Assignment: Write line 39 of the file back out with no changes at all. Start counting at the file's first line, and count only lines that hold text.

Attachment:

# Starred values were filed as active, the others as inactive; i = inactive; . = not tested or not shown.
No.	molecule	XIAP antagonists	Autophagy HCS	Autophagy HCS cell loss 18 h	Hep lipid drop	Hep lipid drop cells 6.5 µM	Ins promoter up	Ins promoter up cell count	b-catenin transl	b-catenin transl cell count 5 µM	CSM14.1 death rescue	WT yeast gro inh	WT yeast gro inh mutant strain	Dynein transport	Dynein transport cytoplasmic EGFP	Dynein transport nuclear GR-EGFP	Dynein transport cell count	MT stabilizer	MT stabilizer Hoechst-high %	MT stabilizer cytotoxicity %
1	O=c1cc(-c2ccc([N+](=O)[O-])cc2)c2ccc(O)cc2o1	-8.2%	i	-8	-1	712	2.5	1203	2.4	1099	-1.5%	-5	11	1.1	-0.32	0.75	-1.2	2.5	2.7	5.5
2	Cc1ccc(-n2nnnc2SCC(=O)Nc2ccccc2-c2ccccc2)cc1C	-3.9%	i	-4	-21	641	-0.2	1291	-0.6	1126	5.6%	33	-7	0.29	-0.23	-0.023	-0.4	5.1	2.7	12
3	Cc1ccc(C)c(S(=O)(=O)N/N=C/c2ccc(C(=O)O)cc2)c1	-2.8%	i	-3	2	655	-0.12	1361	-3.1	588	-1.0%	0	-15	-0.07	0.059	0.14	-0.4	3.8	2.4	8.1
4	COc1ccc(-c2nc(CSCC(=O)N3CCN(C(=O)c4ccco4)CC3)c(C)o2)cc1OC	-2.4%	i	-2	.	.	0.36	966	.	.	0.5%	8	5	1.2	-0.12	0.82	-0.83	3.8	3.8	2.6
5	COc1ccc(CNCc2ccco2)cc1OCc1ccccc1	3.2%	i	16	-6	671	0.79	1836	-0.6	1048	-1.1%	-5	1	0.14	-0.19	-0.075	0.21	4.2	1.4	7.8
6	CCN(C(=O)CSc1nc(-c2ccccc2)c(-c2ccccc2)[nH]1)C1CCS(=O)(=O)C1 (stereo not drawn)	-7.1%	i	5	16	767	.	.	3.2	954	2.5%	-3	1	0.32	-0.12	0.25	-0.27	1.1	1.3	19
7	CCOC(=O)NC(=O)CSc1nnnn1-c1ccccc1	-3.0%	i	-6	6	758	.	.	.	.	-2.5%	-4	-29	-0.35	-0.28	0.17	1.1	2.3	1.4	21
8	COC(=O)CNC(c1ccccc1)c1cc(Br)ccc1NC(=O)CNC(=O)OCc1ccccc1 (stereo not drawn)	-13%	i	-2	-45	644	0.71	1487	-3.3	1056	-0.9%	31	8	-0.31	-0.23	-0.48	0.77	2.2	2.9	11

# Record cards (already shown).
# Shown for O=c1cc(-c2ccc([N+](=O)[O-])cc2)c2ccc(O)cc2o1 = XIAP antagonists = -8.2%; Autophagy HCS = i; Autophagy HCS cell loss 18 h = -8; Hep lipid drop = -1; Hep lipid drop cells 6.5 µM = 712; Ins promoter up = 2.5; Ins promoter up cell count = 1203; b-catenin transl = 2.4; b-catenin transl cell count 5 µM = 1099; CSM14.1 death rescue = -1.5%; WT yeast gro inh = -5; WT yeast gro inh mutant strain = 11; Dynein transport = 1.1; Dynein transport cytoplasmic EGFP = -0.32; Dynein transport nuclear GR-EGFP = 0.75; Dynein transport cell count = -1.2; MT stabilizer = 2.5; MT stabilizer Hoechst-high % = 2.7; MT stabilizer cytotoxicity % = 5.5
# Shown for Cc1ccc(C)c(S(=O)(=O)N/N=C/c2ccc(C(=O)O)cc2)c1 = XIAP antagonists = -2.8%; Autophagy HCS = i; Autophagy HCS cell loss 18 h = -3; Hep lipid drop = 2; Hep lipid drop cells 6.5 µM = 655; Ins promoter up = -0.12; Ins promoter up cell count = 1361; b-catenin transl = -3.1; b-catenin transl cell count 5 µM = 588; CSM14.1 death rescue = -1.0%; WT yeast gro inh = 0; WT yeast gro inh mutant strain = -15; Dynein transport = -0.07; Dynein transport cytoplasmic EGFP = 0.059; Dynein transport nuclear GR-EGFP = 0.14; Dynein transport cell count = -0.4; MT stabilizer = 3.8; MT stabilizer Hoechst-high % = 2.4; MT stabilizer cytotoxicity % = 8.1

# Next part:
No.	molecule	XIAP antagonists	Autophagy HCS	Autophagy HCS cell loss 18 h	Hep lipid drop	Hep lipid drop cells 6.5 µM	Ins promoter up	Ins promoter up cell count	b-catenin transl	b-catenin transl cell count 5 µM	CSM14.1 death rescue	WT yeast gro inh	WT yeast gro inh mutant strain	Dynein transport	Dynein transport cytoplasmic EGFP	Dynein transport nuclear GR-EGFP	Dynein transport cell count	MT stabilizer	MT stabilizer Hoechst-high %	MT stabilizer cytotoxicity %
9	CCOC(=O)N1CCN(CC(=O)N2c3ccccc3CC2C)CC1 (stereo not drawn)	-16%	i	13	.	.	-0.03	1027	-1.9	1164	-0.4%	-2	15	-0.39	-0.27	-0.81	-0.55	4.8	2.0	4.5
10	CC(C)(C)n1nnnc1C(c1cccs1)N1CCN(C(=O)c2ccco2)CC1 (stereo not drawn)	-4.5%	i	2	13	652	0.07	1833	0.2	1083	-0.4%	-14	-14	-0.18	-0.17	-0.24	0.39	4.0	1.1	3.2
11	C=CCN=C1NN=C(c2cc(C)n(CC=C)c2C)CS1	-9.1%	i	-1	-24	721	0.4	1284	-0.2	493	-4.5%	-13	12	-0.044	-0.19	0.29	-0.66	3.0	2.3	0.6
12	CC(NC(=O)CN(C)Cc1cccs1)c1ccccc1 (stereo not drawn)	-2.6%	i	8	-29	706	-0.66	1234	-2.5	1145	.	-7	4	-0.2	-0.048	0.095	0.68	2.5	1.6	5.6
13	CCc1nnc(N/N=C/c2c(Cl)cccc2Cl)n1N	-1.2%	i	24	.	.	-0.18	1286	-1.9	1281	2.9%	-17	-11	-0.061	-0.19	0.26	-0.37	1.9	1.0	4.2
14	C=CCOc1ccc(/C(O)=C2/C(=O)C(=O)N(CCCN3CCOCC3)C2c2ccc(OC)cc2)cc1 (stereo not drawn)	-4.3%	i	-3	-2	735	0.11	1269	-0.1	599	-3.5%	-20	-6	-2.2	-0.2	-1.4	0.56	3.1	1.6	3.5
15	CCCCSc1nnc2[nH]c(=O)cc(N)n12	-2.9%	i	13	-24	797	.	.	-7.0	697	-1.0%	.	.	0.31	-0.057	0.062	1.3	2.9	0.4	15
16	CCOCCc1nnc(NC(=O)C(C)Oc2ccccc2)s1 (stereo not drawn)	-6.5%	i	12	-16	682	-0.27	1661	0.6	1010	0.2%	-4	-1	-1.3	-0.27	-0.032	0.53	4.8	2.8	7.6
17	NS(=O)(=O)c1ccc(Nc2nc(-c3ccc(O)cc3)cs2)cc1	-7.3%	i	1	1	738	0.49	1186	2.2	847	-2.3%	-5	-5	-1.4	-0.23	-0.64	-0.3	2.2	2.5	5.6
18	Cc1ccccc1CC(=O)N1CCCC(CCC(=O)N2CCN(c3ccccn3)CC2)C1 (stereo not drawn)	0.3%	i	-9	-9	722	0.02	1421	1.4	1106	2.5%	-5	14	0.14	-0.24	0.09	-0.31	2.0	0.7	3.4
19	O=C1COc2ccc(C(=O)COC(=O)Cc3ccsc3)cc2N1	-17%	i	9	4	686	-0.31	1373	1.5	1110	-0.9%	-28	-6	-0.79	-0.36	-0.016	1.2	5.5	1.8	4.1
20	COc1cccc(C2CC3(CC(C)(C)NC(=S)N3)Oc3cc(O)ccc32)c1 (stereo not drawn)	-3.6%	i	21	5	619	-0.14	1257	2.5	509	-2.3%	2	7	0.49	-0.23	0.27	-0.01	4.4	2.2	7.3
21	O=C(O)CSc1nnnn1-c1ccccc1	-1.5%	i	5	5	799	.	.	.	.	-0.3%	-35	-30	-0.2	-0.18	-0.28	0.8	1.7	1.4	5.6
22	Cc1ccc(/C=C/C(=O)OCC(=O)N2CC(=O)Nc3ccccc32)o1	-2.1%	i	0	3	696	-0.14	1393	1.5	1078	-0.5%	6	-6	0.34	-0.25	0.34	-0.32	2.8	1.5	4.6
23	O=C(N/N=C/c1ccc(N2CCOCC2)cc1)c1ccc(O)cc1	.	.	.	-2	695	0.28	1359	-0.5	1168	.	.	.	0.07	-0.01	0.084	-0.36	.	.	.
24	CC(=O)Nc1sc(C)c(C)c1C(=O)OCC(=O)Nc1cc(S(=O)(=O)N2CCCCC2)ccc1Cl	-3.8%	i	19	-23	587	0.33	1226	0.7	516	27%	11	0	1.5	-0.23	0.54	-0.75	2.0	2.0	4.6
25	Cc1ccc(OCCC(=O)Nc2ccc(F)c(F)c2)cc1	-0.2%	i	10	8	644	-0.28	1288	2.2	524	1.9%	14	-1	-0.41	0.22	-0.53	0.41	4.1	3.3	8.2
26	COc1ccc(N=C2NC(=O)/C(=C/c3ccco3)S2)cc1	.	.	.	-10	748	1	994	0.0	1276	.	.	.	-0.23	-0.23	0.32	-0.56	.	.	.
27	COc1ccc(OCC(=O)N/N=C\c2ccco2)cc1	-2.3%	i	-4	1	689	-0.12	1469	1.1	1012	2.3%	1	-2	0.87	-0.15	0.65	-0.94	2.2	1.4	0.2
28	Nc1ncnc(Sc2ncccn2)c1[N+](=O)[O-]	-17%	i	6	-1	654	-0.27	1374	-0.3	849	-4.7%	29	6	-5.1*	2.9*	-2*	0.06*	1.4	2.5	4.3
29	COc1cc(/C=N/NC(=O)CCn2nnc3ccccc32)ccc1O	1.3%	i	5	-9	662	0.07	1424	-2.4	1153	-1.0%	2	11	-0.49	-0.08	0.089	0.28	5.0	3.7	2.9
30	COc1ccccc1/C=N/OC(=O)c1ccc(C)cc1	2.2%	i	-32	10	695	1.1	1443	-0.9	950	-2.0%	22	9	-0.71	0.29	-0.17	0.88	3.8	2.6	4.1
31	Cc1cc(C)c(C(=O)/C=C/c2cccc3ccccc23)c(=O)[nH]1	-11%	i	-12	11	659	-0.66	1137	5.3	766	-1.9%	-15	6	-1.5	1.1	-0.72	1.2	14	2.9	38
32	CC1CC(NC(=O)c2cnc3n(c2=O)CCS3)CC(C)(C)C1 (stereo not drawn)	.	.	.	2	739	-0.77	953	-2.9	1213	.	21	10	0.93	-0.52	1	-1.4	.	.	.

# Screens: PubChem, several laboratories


32	CC1CC(NC(=O)c2cnc3n(c2=O)CCS3)CC(C)(C)C1 (stereo not drawn)	.	.	.	2	739	-0.77	953	-2.9	1213	.	21	10	0.93	-0.52	1	-1.4	.	.	.